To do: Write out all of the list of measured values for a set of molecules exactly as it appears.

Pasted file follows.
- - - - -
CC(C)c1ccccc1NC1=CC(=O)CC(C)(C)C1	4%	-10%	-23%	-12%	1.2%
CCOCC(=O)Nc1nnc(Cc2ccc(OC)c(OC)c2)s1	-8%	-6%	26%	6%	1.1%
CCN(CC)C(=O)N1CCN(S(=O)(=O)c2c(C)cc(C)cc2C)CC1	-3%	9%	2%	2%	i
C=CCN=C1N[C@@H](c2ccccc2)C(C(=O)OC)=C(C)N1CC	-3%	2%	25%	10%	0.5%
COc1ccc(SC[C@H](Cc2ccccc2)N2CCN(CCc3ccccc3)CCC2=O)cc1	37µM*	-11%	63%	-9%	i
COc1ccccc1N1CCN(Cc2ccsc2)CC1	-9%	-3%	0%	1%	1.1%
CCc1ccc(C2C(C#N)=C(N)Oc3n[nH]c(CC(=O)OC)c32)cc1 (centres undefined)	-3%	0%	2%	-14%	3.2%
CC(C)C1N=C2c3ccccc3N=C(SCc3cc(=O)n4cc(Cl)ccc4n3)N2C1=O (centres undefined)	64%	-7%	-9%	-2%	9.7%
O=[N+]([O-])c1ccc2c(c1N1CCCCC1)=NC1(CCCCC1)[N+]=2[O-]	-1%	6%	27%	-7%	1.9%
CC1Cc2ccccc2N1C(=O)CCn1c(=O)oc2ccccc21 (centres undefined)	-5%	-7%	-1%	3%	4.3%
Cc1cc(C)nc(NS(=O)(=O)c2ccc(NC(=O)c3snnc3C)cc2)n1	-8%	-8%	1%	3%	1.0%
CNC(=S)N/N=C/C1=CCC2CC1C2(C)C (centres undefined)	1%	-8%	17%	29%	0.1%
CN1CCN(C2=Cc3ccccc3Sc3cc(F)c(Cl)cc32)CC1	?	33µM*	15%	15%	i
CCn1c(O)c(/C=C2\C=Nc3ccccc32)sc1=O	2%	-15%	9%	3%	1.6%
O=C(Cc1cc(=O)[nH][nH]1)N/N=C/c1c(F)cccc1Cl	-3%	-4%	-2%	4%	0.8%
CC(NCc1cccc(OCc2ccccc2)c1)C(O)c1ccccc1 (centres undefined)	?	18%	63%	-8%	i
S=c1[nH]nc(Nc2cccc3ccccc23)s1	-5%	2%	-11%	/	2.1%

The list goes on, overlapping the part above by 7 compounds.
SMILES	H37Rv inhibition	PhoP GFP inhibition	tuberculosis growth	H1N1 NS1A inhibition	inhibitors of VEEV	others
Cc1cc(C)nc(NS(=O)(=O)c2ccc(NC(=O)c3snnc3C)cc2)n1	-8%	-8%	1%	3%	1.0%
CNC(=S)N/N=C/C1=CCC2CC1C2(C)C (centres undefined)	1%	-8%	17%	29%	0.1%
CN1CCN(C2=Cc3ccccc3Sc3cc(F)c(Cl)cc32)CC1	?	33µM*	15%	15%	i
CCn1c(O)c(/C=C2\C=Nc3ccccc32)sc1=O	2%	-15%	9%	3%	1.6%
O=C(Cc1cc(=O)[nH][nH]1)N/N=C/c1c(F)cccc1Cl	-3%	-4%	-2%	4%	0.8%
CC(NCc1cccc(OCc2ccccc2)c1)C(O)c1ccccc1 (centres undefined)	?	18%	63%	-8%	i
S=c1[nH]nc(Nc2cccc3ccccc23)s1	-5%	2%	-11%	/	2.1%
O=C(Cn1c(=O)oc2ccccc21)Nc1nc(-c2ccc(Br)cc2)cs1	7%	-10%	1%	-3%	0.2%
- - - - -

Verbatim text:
CC(C)c1ccccc1NC1=CC(=O)CC(C)(C)C1	4%	-10%	-23%	-12%	1.2%
CCOCC(=O)Nc1nnc(Cc2ccc(OC)c(OC)c2)s1	-8%	-6%	26%	6%	1.1%
CCN(CC)C(=O)N1CCN(S(=O)(=O)c2c(C)cc(C)cc2C)CC1	-3%	9%	2%	2%	i
C=CCN=C1N[C@@H](c2ccccc2)C(C(=O)OC)=C(C)N1CC	-3%	2%	25%	10%	0.5%
COc1ccc(SC[C@H](Cc2ccccc2)N2CCN(CCc3ccccc3)CCC2=O)cc1	37µM*	-11%	63%	-9%	i
COc1ccccc1N1CCN(Cc2ccsc2)CC1	-9%	-3%	0%	1%	1.1%
CCc1ccc(C2C(C#N)=C(N)Oc3n[nH]c(CC(=O)OC)c32)cc1 (centres undefined)	-3%	0%	2%	-14%	3.2%
CC(C)C1N=C2c3ccccc3N=C(SCc3cc(=O)n4cc(Cl)ccc4n3)N2C1=O (centres undefined)	64%	-7%	-9%	-2%	9.7%
O=[N+]([O-])c1ccc2c(c1N1CCCCC1)=NC1(CCCCC1)[N+]=2[O-]	-1%	6%	27%	-7%	1.9%
CC1Cc2ccccc2N1C(=O)CCn1c(=O)oc2ccccc21 (centres undefined)	-5%	-7%	-1%	3%	4.3%
Cc1cc(C)nc(NS(=O)(=O)c2ccc(NC(=O)c3snnc3C)cc2)n1	-8%	-8%	1%	3%	1.0%
CNC(=S)N/N=C/C1=CCC2CC1C2(C)C (centres undefined)	1%	-8%	17%	29%	0.1%
CN1CCN(C2=Cc3ccccc3Sc3cc(F)c(Cl)cc32)CC1	?	33µM*	15%	15%	i
CCn1c(O)c(/C=C2\C=Nc3ccccc32)sc1=O	2%	-15%	9%	3%	1.6%
O=C(Cc1cc(=O)[nH][nH]1)N/N=C/c1c(F)cccc1Cl	-3%	-4%	-2%	4%	0.8%
CC(NCc1cccc(OCc2ccccc2)c1)C(O)c1ccccc1 (centres undefined)	?	18%	63%	-8%	i
S=c1[nH]nc(Nc2cccc3ccccc23)s1	-5%	2%	-11%	/	2.1%

The list goes on, overlapping the part above by 7 compounds.
SMILES	H37Rv inhibition	PhoP GFP inhibition	tuberculosis growth	H1N1 NS1A inhibition	inhibitors of VEEV	others
Cc1cc(C)nc(NS(=O)(=O)c2ccc(NC(=O)c3snnc3C)cc2)n1	-8%	-8%	1%	3%	1.0%
CNC(=S)N/N=C/C1=CCC2CC1C2(C)C (centres undefined)	1%	-8%	17%	29%	0.1%
CN1CCN(C2=Cc3ccccc3Sc3cc(F)c(Cl)cc32)CC1	?	33µM*	15%	15%	i
CCn1c(O)c(/C=C2\C=Nc3ccccc32)sc1=O	2%	-15%	9%	3%	1.6%
O=C(Cc1cc(=O)[nH][nH]1)N/N=C/c1c(F)cccc1Cl	-3%	-4%	-2%	4%	0.8%
CC(NCc1cccc(OCc2ccccc2)c1)C(O)c1ccccc1 (centres undefined)	?	18%	63%	-8%	i
S=c1[nH]nc(Nc2cccc3ccccc23)s1	-5%	2%	-11%	/	2.1%
O=C(Cn1c(=O)oc2ccccc21)Nc1nc(-c2ccc(Br)cc2)cs1	7%	-10%	1%	-3%	0.2%